Who’s responsible for Indonesia’s deadly abandoned coal mines?

Hundreds of abandoned coal mine pits in Borneo reflect institutional failures and utter neglect from owners. And now, the life and health of surrounding communities are at stake.
A vast pool of dark green water, about the size of a football field, sits roughly 25 meters from Elementary School 033 in the Loh Iput Darat district in Kutai Kartanegara, East Kalimantan.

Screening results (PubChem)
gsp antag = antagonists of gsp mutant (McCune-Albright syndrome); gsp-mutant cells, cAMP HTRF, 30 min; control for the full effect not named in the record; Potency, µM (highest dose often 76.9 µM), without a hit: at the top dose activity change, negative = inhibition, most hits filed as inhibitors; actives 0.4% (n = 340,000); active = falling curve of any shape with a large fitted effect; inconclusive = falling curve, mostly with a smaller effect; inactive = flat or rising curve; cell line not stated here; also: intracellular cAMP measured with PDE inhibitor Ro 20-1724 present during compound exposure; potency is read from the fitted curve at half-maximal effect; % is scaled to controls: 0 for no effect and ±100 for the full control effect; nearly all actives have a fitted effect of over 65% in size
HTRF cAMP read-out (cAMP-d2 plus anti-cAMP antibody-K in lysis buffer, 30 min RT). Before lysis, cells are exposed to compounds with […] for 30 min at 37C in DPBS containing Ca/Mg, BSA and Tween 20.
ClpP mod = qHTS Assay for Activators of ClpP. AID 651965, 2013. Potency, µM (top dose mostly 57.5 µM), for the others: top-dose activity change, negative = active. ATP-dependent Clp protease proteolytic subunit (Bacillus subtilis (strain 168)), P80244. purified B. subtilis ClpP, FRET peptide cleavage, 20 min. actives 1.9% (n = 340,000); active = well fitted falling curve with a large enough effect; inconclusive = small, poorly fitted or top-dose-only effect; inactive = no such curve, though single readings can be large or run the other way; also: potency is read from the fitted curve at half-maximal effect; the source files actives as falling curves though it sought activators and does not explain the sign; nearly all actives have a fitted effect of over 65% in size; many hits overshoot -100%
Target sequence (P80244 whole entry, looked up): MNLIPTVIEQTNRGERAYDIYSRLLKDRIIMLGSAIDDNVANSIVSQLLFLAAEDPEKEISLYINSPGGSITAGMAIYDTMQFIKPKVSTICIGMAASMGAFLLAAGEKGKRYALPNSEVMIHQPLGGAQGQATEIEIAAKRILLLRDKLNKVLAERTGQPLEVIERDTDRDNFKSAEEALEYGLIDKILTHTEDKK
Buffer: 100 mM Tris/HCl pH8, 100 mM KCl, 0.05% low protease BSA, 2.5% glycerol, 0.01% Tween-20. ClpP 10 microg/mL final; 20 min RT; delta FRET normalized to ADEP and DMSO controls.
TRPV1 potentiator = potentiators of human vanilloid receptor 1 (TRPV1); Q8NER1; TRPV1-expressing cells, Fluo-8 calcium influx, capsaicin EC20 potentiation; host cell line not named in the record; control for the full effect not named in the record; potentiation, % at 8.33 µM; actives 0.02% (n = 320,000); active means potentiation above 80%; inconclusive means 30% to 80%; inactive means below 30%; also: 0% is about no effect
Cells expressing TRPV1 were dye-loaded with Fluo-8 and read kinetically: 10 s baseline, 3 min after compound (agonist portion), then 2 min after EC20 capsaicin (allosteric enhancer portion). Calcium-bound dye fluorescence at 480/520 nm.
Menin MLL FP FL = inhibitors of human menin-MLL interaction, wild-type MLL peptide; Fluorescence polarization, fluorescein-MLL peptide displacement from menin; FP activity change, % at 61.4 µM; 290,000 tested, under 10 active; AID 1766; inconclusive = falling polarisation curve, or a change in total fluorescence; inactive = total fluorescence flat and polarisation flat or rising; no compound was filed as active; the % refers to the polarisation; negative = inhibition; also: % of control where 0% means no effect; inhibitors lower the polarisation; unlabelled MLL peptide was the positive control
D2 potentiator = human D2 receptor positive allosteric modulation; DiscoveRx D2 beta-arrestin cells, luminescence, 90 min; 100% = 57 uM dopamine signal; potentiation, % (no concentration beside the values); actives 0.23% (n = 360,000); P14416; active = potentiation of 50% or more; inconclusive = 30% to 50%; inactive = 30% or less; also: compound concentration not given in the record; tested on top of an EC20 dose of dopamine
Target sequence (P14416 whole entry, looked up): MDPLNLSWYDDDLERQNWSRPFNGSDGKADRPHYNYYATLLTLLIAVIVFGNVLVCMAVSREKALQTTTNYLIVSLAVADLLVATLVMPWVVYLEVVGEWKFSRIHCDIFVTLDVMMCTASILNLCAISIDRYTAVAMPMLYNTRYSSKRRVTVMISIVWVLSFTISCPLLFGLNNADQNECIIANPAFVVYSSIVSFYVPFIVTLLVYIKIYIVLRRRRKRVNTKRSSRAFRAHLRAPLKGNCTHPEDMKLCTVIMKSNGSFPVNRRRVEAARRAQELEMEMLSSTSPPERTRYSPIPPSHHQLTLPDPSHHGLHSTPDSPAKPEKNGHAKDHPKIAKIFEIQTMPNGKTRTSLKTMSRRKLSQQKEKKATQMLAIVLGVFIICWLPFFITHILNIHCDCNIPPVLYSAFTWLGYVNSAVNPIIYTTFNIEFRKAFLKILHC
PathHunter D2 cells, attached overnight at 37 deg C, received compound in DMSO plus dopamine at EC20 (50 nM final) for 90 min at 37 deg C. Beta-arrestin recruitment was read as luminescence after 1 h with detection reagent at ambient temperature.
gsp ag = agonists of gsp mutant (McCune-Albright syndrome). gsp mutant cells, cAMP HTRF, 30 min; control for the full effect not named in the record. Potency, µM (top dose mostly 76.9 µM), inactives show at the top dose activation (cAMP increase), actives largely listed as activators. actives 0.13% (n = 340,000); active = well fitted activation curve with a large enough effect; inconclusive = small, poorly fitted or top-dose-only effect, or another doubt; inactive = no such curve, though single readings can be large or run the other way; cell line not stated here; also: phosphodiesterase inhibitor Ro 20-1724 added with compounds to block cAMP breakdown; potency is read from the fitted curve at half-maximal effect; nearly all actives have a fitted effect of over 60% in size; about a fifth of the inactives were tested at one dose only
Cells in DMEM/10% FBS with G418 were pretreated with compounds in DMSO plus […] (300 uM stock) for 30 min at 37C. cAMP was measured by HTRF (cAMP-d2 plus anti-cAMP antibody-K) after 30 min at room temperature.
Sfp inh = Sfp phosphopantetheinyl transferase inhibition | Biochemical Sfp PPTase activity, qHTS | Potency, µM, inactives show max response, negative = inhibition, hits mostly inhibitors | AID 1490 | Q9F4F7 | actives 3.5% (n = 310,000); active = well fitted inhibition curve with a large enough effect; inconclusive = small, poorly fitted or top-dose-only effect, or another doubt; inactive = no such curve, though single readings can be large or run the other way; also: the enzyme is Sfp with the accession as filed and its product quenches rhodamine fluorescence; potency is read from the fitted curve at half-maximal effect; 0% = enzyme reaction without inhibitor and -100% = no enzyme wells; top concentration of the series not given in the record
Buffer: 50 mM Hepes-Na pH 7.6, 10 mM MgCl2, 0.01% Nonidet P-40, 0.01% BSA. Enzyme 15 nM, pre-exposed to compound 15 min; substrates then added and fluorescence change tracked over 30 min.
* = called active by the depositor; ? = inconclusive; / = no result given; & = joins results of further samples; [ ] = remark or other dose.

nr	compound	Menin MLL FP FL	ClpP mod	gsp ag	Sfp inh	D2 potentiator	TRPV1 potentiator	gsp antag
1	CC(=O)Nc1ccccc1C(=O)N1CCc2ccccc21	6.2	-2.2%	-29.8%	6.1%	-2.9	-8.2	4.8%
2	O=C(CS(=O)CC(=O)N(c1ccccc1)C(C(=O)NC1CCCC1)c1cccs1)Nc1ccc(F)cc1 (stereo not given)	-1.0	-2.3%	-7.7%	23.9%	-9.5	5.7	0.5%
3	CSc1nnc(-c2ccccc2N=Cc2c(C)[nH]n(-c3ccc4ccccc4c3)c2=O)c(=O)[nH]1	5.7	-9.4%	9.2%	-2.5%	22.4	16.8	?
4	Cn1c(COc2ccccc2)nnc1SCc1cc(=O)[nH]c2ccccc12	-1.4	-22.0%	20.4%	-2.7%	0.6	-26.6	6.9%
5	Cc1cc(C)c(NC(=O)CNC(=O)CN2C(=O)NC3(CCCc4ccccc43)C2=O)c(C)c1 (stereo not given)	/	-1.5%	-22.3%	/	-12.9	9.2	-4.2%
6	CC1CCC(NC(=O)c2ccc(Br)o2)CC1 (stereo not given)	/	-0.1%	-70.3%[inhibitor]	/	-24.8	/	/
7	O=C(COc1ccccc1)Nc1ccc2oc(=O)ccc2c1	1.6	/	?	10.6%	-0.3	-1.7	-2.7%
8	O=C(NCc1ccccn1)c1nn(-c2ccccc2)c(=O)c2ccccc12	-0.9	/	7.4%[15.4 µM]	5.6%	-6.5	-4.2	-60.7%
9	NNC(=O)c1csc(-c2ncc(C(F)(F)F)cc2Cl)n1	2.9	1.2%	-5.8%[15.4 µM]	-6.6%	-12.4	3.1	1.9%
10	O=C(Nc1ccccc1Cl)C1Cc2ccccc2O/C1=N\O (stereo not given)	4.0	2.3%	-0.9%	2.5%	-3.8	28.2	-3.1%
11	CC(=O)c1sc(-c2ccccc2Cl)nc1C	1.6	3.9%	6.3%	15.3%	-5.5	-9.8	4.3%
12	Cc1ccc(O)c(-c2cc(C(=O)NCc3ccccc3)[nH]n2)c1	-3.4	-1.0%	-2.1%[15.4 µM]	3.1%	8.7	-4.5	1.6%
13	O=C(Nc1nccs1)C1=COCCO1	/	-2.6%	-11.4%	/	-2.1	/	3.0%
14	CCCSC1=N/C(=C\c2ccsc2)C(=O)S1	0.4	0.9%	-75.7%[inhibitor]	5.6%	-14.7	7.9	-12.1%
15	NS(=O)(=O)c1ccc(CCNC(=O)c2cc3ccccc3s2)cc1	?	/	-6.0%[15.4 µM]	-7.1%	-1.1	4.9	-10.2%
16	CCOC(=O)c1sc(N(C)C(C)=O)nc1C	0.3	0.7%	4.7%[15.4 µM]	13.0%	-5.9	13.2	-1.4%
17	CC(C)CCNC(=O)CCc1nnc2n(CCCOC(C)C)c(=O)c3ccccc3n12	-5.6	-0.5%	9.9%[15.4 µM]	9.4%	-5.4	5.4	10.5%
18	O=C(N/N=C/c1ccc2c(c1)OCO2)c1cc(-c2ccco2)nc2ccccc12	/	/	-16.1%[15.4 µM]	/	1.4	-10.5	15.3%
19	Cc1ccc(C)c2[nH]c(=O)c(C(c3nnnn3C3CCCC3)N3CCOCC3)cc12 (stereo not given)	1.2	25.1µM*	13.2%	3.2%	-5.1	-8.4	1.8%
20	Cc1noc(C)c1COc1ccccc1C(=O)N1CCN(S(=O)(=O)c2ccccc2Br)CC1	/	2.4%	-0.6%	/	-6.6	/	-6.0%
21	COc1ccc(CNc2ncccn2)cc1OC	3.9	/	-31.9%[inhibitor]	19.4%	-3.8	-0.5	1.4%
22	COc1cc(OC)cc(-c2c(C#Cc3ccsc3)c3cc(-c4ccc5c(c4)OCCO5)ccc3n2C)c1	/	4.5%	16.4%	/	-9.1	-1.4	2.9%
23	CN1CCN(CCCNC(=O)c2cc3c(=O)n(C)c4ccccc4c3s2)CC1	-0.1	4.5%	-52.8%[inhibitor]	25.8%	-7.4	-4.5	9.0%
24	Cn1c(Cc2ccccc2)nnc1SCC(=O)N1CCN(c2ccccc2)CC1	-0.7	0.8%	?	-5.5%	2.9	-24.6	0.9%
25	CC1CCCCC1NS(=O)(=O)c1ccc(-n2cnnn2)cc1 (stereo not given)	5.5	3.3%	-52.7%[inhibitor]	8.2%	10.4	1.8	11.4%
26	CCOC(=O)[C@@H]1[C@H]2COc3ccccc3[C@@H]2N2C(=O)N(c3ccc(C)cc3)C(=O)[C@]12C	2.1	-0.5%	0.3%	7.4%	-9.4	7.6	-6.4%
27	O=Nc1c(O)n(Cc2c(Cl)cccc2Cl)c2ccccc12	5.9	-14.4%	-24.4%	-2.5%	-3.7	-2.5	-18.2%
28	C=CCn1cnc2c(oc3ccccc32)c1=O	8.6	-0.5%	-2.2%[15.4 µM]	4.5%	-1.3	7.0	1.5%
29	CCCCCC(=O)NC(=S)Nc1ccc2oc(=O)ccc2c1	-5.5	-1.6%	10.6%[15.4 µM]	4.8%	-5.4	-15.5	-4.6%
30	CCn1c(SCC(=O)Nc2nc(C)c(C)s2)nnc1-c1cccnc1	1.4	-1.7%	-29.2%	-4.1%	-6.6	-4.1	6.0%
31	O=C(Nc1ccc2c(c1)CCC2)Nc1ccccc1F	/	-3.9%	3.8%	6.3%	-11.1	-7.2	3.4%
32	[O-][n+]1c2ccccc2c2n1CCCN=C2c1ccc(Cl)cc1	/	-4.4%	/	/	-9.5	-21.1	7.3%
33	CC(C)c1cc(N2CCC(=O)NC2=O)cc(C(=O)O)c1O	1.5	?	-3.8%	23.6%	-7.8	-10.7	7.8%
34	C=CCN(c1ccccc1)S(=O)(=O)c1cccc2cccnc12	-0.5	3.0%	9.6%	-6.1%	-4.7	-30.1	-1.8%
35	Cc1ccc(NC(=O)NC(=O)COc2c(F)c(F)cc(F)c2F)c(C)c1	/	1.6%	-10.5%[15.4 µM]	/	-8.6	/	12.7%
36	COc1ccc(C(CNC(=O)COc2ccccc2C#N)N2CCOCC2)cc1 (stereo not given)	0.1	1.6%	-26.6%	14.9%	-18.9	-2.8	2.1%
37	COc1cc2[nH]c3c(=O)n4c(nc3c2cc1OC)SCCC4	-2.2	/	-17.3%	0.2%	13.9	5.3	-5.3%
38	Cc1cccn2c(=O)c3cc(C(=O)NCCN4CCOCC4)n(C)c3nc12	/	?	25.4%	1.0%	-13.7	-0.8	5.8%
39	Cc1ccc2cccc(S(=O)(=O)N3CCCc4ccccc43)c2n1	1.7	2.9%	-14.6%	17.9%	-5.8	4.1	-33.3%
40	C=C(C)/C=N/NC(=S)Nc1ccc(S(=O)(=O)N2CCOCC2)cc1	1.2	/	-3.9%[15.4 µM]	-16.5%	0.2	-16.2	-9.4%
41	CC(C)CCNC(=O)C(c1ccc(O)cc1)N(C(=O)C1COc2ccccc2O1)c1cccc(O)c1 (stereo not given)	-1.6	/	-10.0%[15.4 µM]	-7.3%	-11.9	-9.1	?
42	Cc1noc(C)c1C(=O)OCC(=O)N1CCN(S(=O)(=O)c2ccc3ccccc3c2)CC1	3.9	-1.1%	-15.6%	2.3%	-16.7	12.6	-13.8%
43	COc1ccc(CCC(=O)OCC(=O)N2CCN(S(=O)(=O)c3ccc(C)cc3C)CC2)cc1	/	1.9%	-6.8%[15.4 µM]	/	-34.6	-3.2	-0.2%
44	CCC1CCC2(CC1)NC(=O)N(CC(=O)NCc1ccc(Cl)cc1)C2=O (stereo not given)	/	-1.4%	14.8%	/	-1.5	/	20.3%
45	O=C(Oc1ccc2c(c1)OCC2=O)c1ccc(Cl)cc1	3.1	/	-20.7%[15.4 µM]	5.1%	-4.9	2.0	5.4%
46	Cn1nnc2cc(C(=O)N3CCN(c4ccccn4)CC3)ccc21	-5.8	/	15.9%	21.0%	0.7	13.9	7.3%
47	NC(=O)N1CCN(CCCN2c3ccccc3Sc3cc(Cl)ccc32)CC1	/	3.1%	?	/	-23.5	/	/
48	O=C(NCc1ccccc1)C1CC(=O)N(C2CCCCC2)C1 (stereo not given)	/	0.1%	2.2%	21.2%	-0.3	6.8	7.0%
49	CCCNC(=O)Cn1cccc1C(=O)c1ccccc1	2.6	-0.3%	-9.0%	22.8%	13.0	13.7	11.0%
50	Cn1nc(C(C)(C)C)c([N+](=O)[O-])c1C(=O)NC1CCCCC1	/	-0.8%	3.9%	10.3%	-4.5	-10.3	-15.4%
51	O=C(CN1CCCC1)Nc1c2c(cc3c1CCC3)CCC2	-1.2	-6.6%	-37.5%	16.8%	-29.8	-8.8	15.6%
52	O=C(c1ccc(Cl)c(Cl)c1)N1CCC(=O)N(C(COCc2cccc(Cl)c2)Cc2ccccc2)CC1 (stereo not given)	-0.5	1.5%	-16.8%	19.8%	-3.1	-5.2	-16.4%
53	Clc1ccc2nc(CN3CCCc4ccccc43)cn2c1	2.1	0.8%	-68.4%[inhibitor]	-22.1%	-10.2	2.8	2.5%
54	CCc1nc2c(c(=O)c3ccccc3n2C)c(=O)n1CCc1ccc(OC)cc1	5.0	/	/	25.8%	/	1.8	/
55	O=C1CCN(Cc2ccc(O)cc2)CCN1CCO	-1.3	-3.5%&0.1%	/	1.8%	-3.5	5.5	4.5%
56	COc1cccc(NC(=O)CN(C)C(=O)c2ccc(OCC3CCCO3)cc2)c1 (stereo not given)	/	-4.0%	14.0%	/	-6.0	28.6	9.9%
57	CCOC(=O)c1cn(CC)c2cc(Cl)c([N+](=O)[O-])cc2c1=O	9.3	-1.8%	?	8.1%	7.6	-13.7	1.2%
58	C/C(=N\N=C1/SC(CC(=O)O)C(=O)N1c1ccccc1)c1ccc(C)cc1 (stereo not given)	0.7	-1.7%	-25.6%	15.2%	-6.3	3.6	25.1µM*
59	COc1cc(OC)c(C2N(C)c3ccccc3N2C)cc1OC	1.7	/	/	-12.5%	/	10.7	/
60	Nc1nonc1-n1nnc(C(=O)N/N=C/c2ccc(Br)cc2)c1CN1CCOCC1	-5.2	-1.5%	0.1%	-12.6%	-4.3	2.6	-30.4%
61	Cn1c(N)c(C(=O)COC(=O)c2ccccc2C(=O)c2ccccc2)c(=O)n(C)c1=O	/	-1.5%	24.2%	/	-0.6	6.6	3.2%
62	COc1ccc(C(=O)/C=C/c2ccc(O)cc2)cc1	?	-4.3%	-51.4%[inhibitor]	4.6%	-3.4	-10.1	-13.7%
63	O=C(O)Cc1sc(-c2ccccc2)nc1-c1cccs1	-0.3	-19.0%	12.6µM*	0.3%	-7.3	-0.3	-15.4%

The only barrier between the school and this pond is a rusty wire fence, broken in several places.
“Pit 2 belongs to PT MHU,” proclaims a red-painted sign board, indicating this pool has formed in a hole excavated and then left behind by the coal-mining company PT Multi Harapan Utama. There are no other warnings posted, let alone a guard, despite its proximity to a settlement and a school full of young children.
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